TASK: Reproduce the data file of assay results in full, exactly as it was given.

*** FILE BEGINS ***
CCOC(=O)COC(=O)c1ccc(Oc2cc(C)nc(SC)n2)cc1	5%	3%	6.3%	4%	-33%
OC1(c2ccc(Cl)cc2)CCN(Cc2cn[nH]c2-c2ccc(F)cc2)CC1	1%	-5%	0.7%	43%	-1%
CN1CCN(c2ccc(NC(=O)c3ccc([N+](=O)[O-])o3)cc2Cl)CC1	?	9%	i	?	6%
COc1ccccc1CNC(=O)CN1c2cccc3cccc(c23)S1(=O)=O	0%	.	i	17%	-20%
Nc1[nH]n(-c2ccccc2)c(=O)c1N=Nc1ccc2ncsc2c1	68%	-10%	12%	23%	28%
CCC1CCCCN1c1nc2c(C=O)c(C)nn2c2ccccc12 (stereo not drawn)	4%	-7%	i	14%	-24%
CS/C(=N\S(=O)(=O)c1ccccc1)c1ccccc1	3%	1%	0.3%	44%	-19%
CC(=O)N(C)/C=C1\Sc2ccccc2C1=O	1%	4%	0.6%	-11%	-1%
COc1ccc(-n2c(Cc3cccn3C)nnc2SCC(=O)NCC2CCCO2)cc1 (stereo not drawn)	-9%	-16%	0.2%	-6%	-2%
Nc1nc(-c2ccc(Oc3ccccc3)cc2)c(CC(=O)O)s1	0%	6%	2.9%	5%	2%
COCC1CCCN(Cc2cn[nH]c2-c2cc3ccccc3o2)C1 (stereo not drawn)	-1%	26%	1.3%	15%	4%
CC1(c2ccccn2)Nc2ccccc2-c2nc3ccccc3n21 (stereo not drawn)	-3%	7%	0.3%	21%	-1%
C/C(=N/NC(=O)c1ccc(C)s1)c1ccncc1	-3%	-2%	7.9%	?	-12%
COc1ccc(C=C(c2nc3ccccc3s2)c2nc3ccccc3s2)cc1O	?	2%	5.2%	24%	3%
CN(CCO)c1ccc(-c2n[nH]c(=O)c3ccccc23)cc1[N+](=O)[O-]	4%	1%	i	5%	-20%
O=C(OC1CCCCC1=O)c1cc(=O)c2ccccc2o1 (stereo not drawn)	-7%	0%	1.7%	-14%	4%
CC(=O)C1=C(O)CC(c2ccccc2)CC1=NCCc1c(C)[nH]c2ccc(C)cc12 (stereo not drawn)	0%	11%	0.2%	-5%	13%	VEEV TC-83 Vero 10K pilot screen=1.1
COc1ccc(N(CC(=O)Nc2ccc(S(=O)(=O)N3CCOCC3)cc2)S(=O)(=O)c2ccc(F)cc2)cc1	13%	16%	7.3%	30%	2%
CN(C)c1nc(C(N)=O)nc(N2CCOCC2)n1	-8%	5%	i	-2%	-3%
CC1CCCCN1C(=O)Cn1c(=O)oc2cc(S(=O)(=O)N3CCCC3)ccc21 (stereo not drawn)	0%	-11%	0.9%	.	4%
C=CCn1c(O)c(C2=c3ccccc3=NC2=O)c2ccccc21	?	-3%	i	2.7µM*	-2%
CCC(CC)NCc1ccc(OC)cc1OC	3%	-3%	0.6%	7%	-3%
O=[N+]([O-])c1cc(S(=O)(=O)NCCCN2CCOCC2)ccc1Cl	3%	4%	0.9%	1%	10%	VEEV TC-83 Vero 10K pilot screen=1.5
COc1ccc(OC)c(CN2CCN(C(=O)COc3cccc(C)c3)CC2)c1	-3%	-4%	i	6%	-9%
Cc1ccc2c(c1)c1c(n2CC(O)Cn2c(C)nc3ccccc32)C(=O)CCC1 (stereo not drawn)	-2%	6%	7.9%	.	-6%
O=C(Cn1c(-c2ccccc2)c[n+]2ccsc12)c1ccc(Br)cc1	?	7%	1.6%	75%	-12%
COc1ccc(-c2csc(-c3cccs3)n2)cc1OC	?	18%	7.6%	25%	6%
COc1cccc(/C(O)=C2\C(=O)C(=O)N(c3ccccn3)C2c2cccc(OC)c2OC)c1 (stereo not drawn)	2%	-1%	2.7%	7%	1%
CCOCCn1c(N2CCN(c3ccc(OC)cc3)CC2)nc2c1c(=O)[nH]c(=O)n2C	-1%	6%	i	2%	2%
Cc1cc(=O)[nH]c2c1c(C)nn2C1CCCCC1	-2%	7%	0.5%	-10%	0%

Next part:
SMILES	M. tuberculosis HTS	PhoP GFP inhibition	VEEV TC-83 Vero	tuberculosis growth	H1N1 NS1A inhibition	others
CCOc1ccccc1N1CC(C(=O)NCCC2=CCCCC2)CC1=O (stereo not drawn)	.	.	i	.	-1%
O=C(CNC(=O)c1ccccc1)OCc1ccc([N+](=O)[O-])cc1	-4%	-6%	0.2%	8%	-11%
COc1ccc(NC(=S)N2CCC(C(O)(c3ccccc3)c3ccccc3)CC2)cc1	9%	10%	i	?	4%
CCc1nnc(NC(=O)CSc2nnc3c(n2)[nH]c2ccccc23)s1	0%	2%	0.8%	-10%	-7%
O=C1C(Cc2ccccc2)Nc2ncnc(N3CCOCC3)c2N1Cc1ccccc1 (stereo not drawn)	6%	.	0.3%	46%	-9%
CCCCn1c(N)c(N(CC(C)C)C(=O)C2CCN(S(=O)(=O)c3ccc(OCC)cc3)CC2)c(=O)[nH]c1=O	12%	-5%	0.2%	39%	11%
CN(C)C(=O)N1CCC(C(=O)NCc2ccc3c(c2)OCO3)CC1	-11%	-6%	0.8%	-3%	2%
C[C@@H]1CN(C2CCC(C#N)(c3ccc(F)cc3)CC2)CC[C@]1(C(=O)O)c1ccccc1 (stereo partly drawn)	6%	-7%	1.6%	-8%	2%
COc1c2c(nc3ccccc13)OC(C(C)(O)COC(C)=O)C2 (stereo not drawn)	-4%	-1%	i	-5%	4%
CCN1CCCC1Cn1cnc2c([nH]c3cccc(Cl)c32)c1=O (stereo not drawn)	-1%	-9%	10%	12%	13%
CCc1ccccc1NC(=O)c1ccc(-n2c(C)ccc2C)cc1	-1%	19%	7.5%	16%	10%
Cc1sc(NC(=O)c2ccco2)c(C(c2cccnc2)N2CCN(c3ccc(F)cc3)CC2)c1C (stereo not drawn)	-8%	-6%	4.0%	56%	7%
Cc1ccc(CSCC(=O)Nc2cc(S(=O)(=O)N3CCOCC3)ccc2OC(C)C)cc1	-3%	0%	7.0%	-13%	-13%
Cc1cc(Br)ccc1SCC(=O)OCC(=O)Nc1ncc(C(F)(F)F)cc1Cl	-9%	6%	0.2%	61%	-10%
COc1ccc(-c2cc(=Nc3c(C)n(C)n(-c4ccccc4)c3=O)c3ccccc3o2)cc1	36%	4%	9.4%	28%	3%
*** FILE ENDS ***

CCOC(=O)COC(=O)c1ccc(Oc2cc(C)nc(SC)n2)cc1	5%	3%	6.3%	4%	-33%
OC1(c2ccc(Cl)cc2)CCN(Cc2cn[nH]c2-c2ccc(F)cc2)CC1	1%	-5%	0.7%	43%	-1%
CN1CCN(c2ccc(NC(=O)c3ccc([N+](=O)[O-])o3)cc2Cl)CC1	?	9%	i	?	6%
COc1ccccc1CNC(=O)CN1c2cccc3cccc(c23)S1(=O)=O	0%	.	i	17%	-20%
Nc1[nH]n(-c2ccccc2)c(=O)c1N=Nc1ccc2ncsc2c1	68%	-10%	12%	23%	28%
CCC1CCCCN1c1nc2c(C=O)c(C)nn2c2ccccc12 (stereo not drawn)	4%	-7%	i	14%	-24%
CS/C(=N\S(=O)(=O)c1ccccc1)c1ccccc1	3%	1%	0.3%	44%	-19%
CC(=O)N(C)/C=C1\Sc2ccccc2C1=O	1%	4%	0.6%	-11%	-1%
COc1ccc(-n2c(Cc3cccn3C)nnc2SCC(=O)NCC2CCCO2)cc1 (stereo not drawn)	-9%	-16%	0.2%	-6%	-2%
Nc1nc(-c2ccc(Oc3ccccc3)cc2)c(CC(=O)O)s1	0%	6%	2.9%	5%	2%
COCC1CCCN(Cc2cn[nH]c2-c2cc3ccccc3o2)C1 (stereo not drawn)	-1%	26%	1.3%	15%	4%
CC1(c2ccccn2)Nc2ccccc2-c2nc3ccccc3n21 (stereo not drawn)	-3%	7%	0.3%	21%	-1%
C/C(=N/NC(=O)c1ccc(C)s1)c1ccncc1	-3%	-2%	7.9%	?	-12%
COc1ccc(C=C(c2nc3ccccc3s2)c2nc3ccccc3s2)cc1O	?	2%	5.2%	24%	3%
CN(CCO)c1ccc(-c2n[nH]c(=O)c3ccccc23)cc1[N+](=O)[O-]	4%	1%	i	5%	-20%
O=C(OC1CCCCC1=O)c1cc(=O)c2ccccc2o1 (stereo not drawn)	-7%	0%	1.7%	-14%	4%
CC(=O)C1=C(O)CC(c2ccccc2)CC1=NCCc1c(C)[nH]c2ccc(C)cc12 (stereo not drawn)	0%	11%	0.2%	-5%	13%	VEEV TC-83 Vero 10K pilot screen=1.1
COc1ccc(N(CC(=O)Nc2ccc(S(=O)(=O)N3CCOCC3)cc2)S(=O)(=O)c2ccc(F)cc2)cc1	13%	16%	7.3%	30%	2%
CN(C)c1nc(C(N)=O)nc(N2CCOCC2)n1	-8%	5%	i	-2%	-3%
CC1CCCCN1C(=O)Cn1c(=O)oc2cc(S(=O)(=O)N3CCCC3)ccc21 (stereo not drawn)	0%	-11%	0.9%	.	4%
C=CCn1c(O)c(C2=c3ccccc3=NC2=O)c2ccccc21	?	-3%	i	2.7µM*	-2%
CCC(CC)NCc1ccc(OC)cc1OC	3%	-3%	0.6%	7%	-3%
O=[N+]([O-])c1cc(S(=O)(=O)NCCCN2CCOCC2)ccc1Cl	3%	4%	0.9%	1%	10%	VEEV TC-83 Vero 10K pilot screen=1.5
COc1ccc(OC)c(CN2CCN(C(=O)COc3cccc(C)c3)CC2)c1	-3%	-4%	i	6%	-9%
Cc1ccc2c(c1)c1c(n2CC(O)Cn2c(C)nc3ccccc32)C(=O)CCC1 (stereo not drawn)	-2%	6%	7.9%	.	-6%
O=C(Cn1c(-c2ccccc2)c[n+]2ccsc12)c1ccc(Br)cc1	?	7%	1.6%	75%	-12%
COc1ccc(-c2csc(-c3cccs3)n2)cc1OC	?	18%	7.6%	25%	6%
COc1cccc(/C(O)=C2\C(=O)C(=O)N(c3ccccn3)C2c2cccc(OC)c2OC)c1 (stereo not drawn)	2%	-1%	2.7%	7%	1%
CCOCCn1c(N2CCN(c3ccc(OC)cc3)CC2)nc2c1c(=O)[nH]c(=O)n2C	-1%	6%	i	2%	2%
Cc1cc(=O)[nH]c2c1c(C)nn2C1CCCCC1	-2%	7%	0.5%	-10%	0%

Next part:
SMILES	M. tuberculosis HTS	PhoP GFP inhibition	VEEV TC-83 Vero	tuberculosis growth	H1N1 NS1A inhibition	others
CCOc1ccccc1N1CC(C(=O)NCCC2=CCCCC2)CC1=O (stereo not drawn)	.	.	i	.	-1%
O=C(CNC(=O)c1ccccc1)OCc1ccc([N+](=O)[O-])cc1	-4%	-6%	0.2%	8%	-11%
COc1ccc(NC(=S)N2CCC(C(O)(c3ccccc3)c3ccccc3)CC2)cc1	9%	10%	i	?	4%
CCc1nnc(NC(=O)CSc2nnc3c(n2)[nH]c2ccccc23)s1	0%	2%	0.8%	-10%	-7%
O=C1C(Cc2ccccc2)Nc2ncnc(N3CCOCC3)c2N1Cc1ccccc1 (stereo not drawn)	6%	.	0.3%	46%	-9%
CCCCn1c(N)c(N(CC(C)C)C(=O)C2CCN(S(=O)(=O)c3ccc(OCC)cc3)CC2)c(=O)[nH]c1=O	12%	-5%	0.2%	39%	11%
CN(C)C(=O)N1CCC(C(=O)NCc2ccc3c(c2)OCO3)CC1	-11%	-6%	0.8%	-3%	2%
C[C@@H]1CN(C2CCC(C#N)(c3ccc(F)cc3)CC2)CC[C@]1(C(=O)O)c1ccccc1 (stereo partly drawn)	6%	-7%	1.6%	-8%	2%
COc1c2c(nc3ccccc13)OC(C(C)(O)COC(C)=O)C2 (stereo not drawn)	-4%	-1%	i	-5%	4%
CCN1CCCC1Cn1cnc2c([nH]c3cccc(Cl)c32)c1=O (stereo not drawn)	-1%	-9%	10%	12%	13%
CCc1ccccc1NC(=O)c1ccc(-n2c(C)ccc2C)cc1	-1%	19%	7.5%	16%	10%
Cc1sc(NC(=O)c2ccco2)c(C(c2cccnc2)N2CCN(c3ccc(F)cc3)CC2)c1C (stereo not drawn)	-8%	-6%	4.0%	56%	7%
Cc1ccc(CSCC(=O)Nc2cc(S(=O)(=O)N3CCOCC3)ccc2OC(C)C)cc1	-3%	0%	7.0%	-13%	-13%
Cc1cc(Br)ccc1SCC(=O)OCC(=O)Nc1ncc(C(F)(F)F)cc1Cl	-9%	6%	0.2%	61%	-10%
COc1ccc(-c2cc(=Nc3c(C)n(C)n(-c4ccccc4)c3=O)c3ccccc3o2)cc1	36%	4%	9.4%	28%	3%